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Parallel Computing with SEAWAT
Fresh groundwater reserves in coastal aquifers are threatened by sea-level rise, extreme weather conditions, increasing urbanization and associated groundwater extraction rates. To counteract these threats, accurate high-resolution numerical models are required to start optimizing the management of these precious reserves. Major model drawbacks are long run times and large memory requirements, limiting the predictive power of these models. Distributed memory parallel computing is an efficient technique for reducing run times and memory requirements, where the problem is divided over multiple processor cores. A new Parallel Krylov Solver (PKS) for SEAWAT is presented.
3D Paleohydrogeological modelling of the Nile Delta
Several studies found that the area is vulnerable to salt water intrusion due to the shallow topography of the area and the high transmissivity of the aquifer. Furthermore, hydrogeochemical measurement campaigns have shown the strong influence of paleohydrogeologic processes on the current groundwater salinity distribution. In this study, we model the complete Nile Delta Aquifer in 3D over several thousands of years. To tackle the computational burden this model created, we use the new iMOD-SEAWAT code.
Altering hydraulic conductivity for antagonizing seawater intrusion
Modifications of the hydraulic conductivities in an aquifer may result in altered groundwater flow and discharge. This could potentially help to prevent or reverse seawater intrusion in coastal aquifers. In this study we assume a modification of the hydraulic conductivity, e.g. by the blocking of pore spaces. A previously homogeneous porous coastal aquifer may thus be separated into a deeper, more permeable and a shallower, less permeable layer. The analytical solution calculates the length of the saltwater wedge [m], depending on the transmissivities in the upper and lower layer, respectively. A lower conductivity in the upper layer leads to a redistribution of groundwater flow, pushing the saltwater wedge towards the coast. The calculations are supported by physical sand tank experiments and compared to numerical model results. They are in good accordance to each other, suggesting that saltwater intrusion may be reduced by the modification of hydraulic conductivity.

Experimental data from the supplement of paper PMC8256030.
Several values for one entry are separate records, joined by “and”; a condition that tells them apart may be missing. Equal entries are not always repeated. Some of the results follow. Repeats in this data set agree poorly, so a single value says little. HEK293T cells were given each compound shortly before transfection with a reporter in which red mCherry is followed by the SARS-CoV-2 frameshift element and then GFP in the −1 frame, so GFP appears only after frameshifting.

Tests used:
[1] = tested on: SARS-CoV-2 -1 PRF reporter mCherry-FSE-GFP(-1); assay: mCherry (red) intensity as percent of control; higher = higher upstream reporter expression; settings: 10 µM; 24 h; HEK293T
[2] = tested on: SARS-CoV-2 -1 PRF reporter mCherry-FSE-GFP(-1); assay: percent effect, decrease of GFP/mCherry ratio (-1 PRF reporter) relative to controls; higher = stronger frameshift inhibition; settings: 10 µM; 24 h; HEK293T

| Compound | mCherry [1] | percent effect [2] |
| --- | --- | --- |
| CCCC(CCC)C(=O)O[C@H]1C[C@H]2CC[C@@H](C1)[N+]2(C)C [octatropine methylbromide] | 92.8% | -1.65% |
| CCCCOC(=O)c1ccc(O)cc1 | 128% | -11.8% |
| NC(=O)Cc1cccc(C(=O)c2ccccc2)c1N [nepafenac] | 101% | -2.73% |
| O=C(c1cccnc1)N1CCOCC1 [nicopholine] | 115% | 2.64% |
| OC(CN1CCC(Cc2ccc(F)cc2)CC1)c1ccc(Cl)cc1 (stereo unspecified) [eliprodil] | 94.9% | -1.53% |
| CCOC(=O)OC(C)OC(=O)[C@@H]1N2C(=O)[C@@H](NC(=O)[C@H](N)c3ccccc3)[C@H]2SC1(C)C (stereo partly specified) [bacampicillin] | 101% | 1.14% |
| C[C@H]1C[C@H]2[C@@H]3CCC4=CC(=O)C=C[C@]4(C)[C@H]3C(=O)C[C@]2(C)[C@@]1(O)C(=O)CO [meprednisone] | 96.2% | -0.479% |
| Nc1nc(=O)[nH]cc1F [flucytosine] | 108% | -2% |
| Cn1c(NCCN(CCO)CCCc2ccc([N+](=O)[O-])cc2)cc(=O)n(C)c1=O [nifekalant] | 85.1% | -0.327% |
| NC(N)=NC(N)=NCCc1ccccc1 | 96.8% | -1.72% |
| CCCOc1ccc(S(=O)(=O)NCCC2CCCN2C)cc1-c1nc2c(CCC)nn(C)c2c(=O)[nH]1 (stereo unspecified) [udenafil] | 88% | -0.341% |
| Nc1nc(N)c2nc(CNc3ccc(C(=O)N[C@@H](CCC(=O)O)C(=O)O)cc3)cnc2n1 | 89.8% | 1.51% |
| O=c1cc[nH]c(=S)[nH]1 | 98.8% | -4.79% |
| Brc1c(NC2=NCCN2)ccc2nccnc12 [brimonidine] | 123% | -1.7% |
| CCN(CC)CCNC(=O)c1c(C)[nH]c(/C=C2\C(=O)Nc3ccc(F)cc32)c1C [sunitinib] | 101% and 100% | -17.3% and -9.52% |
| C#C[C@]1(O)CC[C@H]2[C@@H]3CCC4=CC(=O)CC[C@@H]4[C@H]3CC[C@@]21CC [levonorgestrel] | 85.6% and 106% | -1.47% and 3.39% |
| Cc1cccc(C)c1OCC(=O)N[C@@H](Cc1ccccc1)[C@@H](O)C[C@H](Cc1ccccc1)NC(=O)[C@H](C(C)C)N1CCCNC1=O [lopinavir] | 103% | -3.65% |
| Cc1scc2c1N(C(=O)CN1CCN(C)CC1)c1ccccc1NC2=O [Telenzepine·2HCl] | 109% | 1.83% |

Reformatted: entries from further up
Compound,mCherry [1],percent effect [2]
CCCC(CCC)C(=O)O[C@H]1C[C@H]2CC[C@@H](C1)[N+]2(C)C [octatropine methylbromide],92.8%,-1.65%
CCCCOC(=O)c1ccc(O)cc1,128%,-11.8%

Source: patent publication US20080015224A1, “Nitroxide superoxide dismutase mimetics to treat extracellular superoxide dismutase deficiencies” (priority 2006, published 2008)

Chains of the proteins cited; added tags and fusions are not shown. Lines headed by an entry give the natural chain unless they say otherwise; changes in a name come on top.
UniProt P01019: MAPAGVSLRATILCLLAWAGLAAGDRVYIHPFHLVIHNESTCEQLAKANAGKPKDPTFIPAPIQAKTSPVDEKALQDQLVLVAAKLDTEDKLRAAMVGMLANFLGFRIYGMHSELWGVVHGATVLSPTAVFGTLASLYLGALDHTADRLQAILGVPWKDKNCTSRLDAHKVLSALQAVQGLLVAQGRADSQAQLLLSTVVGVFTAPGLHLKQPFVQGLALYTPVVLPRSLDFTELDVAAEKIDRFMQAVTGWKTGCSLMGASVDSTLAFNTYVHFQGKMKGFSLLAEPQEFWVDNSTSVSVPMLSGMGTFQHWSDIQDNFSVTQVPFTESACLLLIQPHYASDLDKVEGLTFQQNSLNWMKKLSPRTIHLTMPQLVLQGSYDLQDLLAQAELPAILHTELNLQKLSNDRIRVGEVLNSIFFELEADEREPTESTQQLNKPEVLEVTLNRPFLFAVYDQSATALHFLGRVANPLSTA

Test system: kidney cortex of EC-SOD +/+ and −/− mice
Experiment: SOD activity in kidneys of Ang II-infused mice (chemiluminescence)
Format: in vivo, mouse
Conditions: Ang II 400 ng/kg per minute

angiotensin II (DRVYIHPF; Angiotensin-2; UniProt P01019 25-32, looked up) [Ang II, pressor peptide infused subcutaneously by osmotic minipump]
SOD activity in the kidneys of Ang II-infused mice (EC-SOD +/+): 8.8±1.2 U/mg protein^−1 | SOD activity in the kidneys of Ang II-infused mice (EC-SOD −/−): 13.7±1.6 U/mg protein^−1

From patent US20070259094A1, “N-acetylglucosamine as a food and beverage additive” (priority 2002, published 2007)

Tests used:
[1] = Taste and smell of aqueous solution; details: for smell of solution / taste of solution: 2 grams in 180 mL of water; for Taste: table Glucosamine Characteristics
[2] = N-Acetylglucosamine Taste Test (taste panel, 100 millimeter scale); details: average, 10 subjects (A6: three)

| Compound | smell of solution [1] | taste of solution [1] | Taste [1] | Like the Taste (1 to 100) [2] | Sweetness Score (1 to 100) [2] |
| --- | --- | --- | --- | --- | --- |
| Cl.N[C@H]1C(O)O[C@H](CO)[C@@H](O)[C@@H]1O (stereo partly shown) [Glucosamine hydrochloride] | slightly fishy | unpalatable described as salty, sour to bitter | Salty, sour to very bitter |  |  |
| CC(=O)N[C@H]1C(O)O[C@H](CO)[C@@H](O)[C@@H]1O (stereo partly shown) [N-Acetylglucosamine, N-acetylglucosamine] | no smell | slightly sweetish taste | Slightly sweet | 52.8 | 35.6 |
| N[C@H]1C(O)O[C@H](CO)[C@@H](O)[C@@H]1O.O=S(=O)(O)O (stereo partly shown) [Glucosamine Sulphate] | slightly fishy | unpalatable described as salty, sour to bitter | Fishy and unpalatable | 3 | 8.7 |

Potential map for large-scale implementation of subsurface water solutions : COASTAR
In coastal areas, increased groundwater extraction rates and climate change stresses (including sea-level rise) are expected to increase the shortage of enough high quality water at the right place and on the right moment. Fresh groundwater resources in the coastal zone are also facing serious salinization issues. The COASTAR approach (COastal Aquifer STorage And Recovery) is to prevent salinization by strategically capturing and using brackish groundwater in the production of fresh water. For now, we focus on the technical and financial-economic feasibility. For the lower areas of The Netherlands, we started to investigate the potential of the subsurface to attain a robust and sustainable fresh water supply and to combat droughts.